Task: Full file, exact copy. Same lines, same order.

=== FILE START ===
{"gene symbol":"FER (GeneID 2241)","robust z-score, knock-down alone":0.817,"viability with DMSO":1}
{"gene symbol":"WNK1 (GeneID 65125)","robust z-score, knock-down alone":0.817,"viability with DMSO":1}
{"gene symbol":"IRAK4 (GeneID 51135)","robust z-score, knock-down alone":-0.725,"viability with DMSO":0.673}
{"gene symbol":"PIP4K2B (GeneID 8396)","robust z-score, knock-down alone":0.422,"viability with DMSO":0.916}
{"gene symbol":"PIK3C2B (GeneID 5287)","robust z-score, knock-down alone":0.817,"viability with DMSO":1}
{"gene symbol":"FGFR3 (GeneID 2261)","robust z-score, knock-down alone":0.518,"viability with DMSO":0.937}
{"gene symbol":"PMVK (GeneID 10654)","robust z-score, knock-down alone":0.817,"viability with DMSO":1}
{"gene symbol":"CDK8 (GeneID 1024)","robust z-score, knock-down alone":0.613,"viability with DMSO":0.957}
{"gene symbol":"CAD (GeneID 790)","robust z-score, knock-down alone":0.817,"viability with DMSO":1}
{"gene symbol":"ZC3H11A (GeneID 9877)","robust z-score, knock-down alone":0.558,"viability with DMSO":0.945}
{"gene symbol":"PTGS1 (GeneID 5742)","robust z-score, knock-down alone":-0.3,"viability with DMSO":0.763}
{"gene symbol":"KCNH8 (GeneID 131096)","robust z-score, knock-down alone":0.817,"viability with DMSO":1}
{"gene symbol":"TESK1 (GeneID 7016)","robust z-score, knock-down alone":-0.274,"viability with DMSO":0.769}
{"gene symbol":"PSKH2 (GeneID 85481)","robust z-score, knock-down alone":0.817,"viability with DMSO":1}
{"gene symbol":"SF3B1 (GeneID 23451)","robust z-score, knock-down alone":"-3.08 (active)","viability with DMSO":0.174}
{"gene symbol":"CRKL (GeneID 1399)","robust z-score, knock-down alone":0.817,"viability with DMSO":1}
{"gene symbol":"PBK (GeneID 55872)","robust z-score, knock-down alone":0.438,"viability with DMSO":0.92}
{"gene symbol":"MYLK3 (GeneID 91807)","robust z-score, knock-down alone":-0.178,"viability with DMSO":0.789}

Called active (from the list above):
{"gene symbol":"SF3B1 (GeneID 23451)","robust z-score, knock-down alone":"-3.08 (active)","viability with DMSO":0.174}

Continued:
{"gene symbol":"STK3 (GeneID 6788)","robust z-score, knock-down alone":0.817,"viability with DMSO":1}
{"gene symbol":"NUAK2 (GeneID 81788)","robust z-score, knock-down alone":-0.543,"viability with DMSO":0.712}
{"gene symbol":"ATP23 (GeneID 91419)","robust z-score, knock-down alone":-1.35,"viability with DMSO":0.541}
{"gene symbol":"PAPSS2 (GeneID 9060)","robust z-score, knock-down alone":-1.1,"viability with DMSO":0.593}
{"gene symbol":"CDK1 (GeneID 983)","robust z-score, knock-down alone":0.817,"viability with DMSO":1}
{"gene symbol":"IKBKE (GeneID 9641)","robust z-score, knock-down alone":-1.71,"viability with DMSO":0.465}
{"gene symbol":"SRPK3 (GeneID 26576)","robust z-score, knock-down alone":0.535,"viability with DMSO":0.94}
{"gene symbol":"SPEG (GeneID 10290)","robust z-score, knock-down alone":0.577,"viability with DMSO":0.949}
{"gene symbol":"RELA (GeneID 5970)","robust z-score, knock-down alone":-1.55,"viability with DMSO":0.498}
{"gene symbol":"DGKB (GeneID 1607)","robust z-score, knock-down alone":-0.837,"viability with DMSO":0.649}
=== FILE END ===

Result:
{"gene symbol":"FER (GeneID 2241)","robust z-score, knock-down alone":0.817,"viability with DMSO":1}
{"gene symbol":"WNK1 (GeneID 65125)","robust z-score, knock-down alone":0.817,"viability with DMSO":1}
{"gene symbol":"IRAK4 (GeneID 51135)","robust z-score, knock-down alone":-0.725,"viability with DMSO":0.673}
{"gene symbol":"PIP4K2B (GeneID 8396)","robust z-score, knock-down alone":0.422,"viability with DMSO":0.916}
{"gene symbol":"PIK3C2B (GeneID 5287)","robust z-score, knock-down alone":0.817,"viability with DMSO":1}
{"gene symbol":"FGFR3 (GeneID 2261)","robust z-score, knock-down alone":0.518,"viability with DMSO":0.937}
{"gene symbol":"PMVK (GeneID 10654)","robust z-score, knock-down alone":0.817,"viability with DMSO":1}
{"gene symbol":"CDK8 (GeneID 1024)","robust z-score, knock-down alone":0.613,"viability with DMSO":0.957}
{"gene symbol":"CAD (GeneID 790)","robust z-score, knock-down alone":0.817,"viability with DMSO":1}
{"gene symbol":"ZC3H11A (GeneID 9877)","robust z-score, knock-down alone":0.558,"viability with DMSO":0.945}
{"gene symbol":"PTGS1 (GeneID 5742)","robust z-score, knock-down alone":-0.3,"viability with DMSO":0.763}
{"gene symbol":"KCNH8 (GeneID 131096)","robust z-score, knock-down alone":0.817,"viability with DMSO":1}
{"gene symbol":"TESK1 (GeneID 7016)","robust z-score, knock-down alone":-0.274,"viability with DMSO":0.769}
{"gene symbol":"PSKH2 (GeneID 85481)","robust z-score, knock-down alone":0.817,"viability with DMSO":1}
{"gene symbol":"SF3B1 (GeneID 23451)","robust z-score, knock-down alone":"-3.08 (active)","viability with DMSO":0.174}
{"gene symbol":"CRKL (GeneID 1399)","robust z-score, knock-down alone":0.817,"viability with DMSO":1}
{"gene symbol":"PBK (GeneID 55872)","robust z-score, knock-down alone":0.438,"viability with DMSO":0.92}
{"gene symbol":"MYLK3 (GeneID 91807)","robust z-score, knock-down alone":-0.178,"viability with DMSO":0.789}

Called active (from the list above):
{"gene symbol":"SF3B1 (GeneID 23451)","robust z-score, knock-down alone":"-3.08 (active)","viability with DMSO":0.174}

Continued:
{"gene symbol":"STK3 (GeneID 6788)","robust z-score, knock-down alone":0.817,"viability with DMSO":1}
{"gene symbol":"NUAK2 (GeneID 81788)","robust z-score, knock-down alone":-0.543,"viability with DMSO":0.712}
{"gene symbol":"ATP23 (GeneID 91419)","robust z-score, knock-down alone":-1.35,"viability with DMSO":0.541}
{"gene symbol":"PAPSS2 (GeneID 9060)","robust z-score, knock-down alone":-1.1,"viability with DMSO":0.593}
{"gene symbol":"CDK1 (GeneID 983)","robust z-score, knock-down alone":0.817,"viability with DMSO":1}
{"gene symbol":"IKBKE (GeneID 9641)","robust z-score, knock-down alone":-1.71,"viability with DMSO":0.465}
{"gene symbol":"SRPK3 (GeneID 26576)","robust z-score, knock-down alone":0.535,"viability with DMSO":0.94}
{"gene symbol":"SPEG (GeneID 10290)","robust z-score, knock-down alone":0.577,"viability with DMSO":0.949}
{"gene symbol":"RELA (GeneID 5970)","robust z-score, knock-down alone":-1.55,"viability with DMSO":0.498}
{"gene symbol":"DGKB (GeneID 1607)","robust z-score, knock-down alone":-0.837,"viability with DMSO":0.649}